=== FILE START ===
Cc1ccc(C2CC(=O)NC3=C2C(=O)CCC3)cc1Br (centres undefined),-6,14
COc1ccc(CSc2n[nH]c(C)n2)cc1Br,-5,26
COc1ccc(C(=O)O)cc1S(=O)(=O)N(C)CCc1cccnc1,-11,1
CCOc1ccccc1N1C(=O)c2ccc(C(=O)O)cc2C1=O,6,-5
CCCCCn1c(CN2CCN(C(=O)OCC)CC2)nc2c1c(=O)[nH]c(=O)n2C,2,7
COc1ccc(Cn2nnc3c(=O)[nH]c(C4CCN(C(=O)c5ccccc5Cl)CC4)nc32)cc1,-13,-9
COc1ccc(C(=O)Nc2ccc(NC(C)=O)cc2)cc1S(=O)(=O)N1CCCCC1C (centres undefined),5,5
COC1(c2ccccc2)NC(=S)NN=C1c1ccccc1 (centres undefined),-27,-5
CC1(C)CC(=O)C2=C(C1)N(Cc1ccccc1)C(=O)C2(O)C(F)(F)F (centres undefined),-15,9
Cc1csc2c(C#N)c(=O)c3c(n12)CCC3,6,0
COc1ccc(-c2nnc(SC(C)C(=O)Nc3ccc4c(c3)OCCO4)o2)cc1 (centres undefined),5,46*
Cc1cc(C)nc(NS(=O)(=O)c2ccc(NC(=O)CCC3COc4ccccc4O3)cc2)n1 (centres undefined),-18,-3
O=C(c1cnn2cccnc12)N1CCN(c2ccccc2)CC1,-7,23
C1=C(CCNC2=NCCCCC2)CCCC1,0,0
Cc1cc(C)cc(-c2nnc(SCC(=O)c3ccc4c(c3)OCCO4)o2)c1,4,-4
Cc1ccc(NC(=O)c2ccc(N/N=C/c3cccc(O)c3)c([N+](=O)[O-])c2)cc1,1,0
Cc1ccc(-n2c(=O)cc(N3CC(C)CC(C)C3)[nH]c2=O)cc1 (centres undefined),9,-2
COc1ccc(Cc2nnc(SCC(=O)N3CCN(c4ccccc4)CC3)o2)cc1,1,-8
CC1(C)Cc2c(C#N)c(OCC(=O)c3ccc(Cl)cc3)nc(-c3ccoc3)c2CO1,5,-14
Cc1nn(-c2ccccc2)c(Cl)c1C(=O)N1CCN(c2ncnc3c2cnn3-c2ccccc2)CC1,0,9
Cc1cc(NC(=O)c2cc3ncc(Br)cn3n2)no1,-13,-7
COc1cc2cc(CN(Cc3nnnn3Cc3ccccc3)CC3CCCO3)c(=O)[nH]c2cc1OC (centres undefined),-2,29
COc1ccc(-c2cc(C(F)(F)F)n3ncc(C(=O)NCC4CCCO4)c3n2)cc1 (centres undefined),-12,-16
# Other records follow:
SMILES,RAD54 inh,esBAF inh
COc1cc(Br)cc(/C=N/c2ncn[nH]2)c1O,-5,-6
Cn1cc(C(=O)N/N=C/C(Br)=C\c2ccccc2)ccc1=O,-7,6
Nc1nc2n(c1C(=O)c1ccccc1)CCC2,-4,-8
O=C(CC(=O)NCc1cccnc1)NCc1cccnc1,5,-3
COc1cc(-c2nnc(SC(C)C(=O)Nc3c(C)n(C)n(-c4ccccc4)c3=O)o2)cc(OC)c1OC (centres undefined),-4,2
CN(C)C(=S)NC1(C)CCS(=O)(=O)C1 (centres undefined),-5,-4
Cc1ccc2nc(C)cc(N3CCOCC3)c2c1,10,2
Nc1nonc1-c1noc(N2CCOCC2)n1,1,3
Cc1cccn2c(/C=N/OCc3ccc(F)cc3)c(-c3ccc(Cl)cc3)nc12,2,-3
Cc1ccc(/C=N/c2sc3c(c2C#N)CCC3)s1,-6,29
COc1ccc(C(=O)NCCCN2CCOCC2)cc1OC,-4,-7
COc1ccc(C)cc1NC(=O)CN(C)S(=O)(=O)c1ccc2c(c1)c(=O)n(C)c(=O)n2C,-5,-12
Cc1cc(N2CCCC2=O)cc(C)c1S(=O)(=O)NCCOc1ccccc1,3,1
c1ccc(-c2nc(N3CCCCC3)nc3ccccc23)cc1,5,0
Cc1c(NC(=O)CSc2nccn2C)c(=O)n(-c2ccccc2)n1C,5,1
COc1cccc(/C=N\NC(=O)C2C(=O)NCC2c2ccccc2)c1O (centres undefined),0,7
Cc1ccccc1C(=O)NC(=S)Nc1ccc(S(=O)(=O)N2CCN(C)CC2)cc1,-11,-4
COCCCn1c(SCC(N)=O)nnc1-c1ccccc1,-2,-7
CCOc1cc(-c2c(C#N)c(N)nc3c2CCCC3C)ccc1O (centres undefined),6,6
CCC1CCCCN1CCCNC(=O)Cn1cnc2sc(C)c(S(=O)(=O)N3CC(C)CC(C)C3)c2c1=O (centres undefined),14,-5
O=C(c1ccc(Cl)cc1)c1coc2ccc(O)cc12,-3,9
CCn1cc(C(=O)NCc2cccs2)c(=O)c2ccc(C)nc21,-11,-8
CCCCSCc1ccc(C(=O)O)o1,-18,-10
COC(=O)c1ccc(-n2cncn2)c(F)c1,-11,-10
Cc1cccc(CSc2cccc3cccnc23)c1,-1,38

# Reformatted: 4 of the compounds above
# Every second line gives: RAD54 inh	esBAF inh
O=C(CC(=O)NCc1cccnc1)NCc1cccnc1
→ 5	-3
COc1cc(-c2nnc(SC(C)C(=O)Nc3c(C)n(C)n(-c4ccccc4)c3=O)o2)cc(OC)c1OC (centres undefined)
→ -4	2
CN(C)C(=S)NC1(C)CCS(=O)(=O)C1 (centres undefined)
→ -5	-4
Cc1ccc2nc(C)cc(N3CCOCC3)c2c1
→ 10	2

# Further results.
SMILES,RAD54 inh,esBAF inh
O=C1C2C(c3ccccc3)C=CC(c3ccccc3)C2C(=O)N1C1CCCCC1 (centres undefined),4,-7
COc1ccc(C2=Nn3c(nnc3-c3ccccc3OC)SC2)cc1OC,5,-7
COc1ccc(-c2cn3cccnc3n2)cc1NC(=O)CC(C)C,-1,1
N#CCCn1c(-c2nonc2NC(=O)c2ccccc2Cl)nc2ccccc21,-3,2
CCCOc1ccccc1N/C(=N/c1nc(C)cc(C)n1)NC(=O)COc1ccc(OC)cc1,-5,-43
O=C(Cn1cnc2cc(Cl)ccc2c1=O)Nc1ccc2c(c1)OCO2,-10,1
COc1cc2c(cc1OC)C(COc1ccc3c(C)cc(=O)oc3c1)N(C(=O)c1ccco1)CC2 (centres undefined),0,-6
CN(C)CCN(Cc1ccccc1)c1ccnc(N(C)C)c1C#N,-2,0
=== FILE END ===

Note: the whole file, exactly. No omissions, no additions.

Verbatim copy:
Cc1ccc(C2CC(=O)NC3=C2C(=O)CCC3)cc1Br (centres undefined),-6,14
COc1ccc(CSc2n[nH]c(C)n2)cc1Br,-5,26
COc1ccc(C(=O)O)cc1S(=O)(=O)N(C)CCc1cccnc1,-11,1
CCOc1ccccc1N1C(=O)c2ccc(C(=O)O)cc2C1=O,6,-5
CCCCCn1c(CN2CCN(C(=O)OCC)CC2)nc2c1c(=O)[nH]c(=O)n2C,2,7
COc1ccc(Cn2nnc3c(=O)[nH]c(C4CCN(C(=O)c5ccccc5Cl)CC4)nc32)cc1,-13,-9
COc1ccc(C(=O)Nc2ccc(NC(C)=O)cc2)cc1S(=O)(=O)N1CCCCC1C (centres undefined),5,5
COC1(c2ccccc2)NC(=S)NN=C1c1ccccc1 (centres undefined),-27,-5
CC1(C)CC(=O)C2=C(C1)N(Cc1ccccc1)C(=O)C2(O)C(F)(F)F (centres undefined),-15,9
Cc1csc2c(C#N)c(=O)c3c(n12)CCC3,6,0
COc1ccc(-c2nnc(SC(C)C(=O)Nc3ccc4c(c3)OCCO4)o2)cc1 (centres undefined),5,46*
Cc1cc(C)nc(NS(=O)(=O)c2ccc(NC(=O)CCC3COc4ccccc4O3)cc2)n1 (centres undefined),-18,-3
O=C(c1cnn2cccnc12)N1CCN(c2ccccc2)CC1,-7,23
C1=C(CCNC2=NCCCCC2)CCCC1,0,0
Cc1cc(C)cc(-c2nnc(SCC(=O)c3ccc4c(c3)OCCO4)o2)c1,4,-4
Cc1ccc(NC(=O)c2ccc(N/N=C/c3cccc(O)c3)c([N+](=O)[O-])c2)cc1,1,0
Cc1ccc(-n2c(=O)cc(N3CC(C)CC(C)C3)[nH]c2=O)cc1 (centres undefined),9,-2
COc1ccc(Cc2nnc(SCC(=O)N3CCN(c4ccccc4)CC3)o2)cc1,1,-8
CC1(C)Cc2c(C#N)c(OCC(=O)c3ccc(Cl)cc3)nc(-c3ccoc3)c2CO1,5,-14
Cc1nn(-c2ccccc2)c(Cl)c1C(=O)N1CCN(c2ncnc3c2cnn3-c2ccccc2)CC1,0,9
Cc1cc(NC(=O)c2cc3ncc(Br)cn3n2)no1,-13,-7
COc1cc2cc(CN(Cc3nnnn3Cc3ccccc3)CC3CCCO3)c(=O)[nH]c2cc1OC (centres undefined),-2,29
COc1ccc(-c2cc(C(F)(F)F)n3ncc(C(=O)NCC4CCCO4)c3n2)cc1 (centres undefined),-12,-16
# Other records follow:
SMILES,RAD54 inh,esBAF inh
COc1cc(Br)cc(/C=N/c2ncn[nH]2)c1O,-5,-6
Cn1cc(C(=O)N/N=C/C(Br)=C\c2ccccc2)ccc1=O,-7,6
Nc1nc2n(c1C(=O)c1ccccc1)CCC2,-4,-8
O=C(CC(=O)NCc1cccnc1)NCc1cccnc1,5,-3
COc1cc(-c2nnc(SC(C)C(=O)Nc3c(C)n(C)n(-c4ccccc4)c3=O)o2)cc(OC)c1OC (centres undefined),-4,2
CN(C)C(=S)NC1(C)CCS(=O)(=O)C1 (centres undefined),-5,-4
Cc1ccc2nc(C)cc(N3CCOCC3)c2c1,10,2
Nc1nonc1-c1noc(N2CCOCC2)n1,1,3
Cc1cccn2c(/C=N/OCc3ccc(F)cc3)c(-c3ccc(Cl)cc3)nc12,2,-3
Cc1ccc(/C=N/c2sc3c(c2C#N)CCC3)s1,-6,29
COc1ccc(C(=O)NCCCN2CCOCC2)cc1OC,-4,-7
COc1ccc(C)cc1NC(=O)CN(C)S(=O)(=O)c1ccc2c(c1)c(=O)n(C)c(=O)n2C,-5,-12
Cc1cc(N2CCCC2=O)cc(C)c1S(=O)(=O)NCCOc1ccccc1,3,1
c1ccc(-c2nc(N3CCCCC3)nc3ccccc23)cc1,5,0
Cc1c(NC(=O)CSc2nccn2C)c(=O)n(-c2ccccc2)n1C,5,1
COc1cccc(/C=N\NC(=O)C2C(=O)NCC2c2ccccc2)c1O (centres undefined),0,7
Cc1ccccc1C(=O)NC(=S)Nc1ccc(S(=O)(=O)N2CCN(C)CC2)cc1,-11,-4
COCCCn1c(SCC(N)=O)nnc1-c1ccccc1,-2,-7
CCOc1cc(-c2c(C#N)c(N)nc3c2CCCC3C)ccc1O (centres undefined),6,6
CCC1CCCCN1CCCNC(=O)Cn1cnc2sc(C)c(S(=O)(=O)N3CC(C)CC(C)C3)c2c1=O (centres undefined),14,-5
O=C(c1ccc(Cl)cc1)c1coc2ccc(O)cc12,-3,9
CCn1cc(C(=O)NCc2cccs2)c(=O)c2ccc(C)nc21,-11,-8
CCCCSCc1ccc(C(=O)O)o1,-18,-10
COC(=O)c1ccc(-n2cncn2)c(F)c1,-11,-10
Cc1cccc(CSc2cccc3cccnc23)c1,-1,38

# Reformatted: 4 of the compounds above
# Every second line gives: RAD54 inh	esBAF inh
O=C(CC(=O)NCc1cccnc1)NCc1cccnc1
→ 5	-3
COc1cc(-c2nnc(SC(C)C(=O)Nc3c(C)n(C)n(-c4ccccc4)c3=O)o2)cc(OC)c1OC (centres undefined)
→ -4	2
CN(C)C(=S)NC1(C)CCS(=O)(=O)C1 (centres undefined)
→ -5	-4
Cc1ccc2nc(C)cc(N3CCOCC3)c2c1
→ 10	2

# Further results.
SMILES,RAD54 inh,esBAF inh
O=C1C2C(c3ccccc3)C=CC(c3ccccc3)C2C(=O)N1C1CCCCC1 (centres undefined),4,-7
COc1ccc(C2=Nn3c(nnc3-c3ccccc3OC)SC2)cc1OC,5,-7
COc1ccc(-c2cn3cccnc3n2)cc1NC(=O)CC(C)C,-1,1
N#CCCn1c(-c2nonc2NC(=O)c2ccccc2Cl)nc2ccccc21,-3,2
CCCOc1ccccc1N/C(=N/c1nc(C)cc(C)n1)NC(=O)COc1ccc(OC)cc1,-5,-43
O=C(Cn1cnc2cc(Cl)ccc2c1=O)Nc1ccc2c(c1)OCO2,-10,1
COc1cc2c(cc1OC)C(COc1ccc3c(C)cc(=O)oc3c1)N(C(=O)c1ccco1)CC2 (centres undefined),0,-6
CN(C)CCN(Cc1ccccc1)c1ccnc(N(C)C)c1C#N,-2,0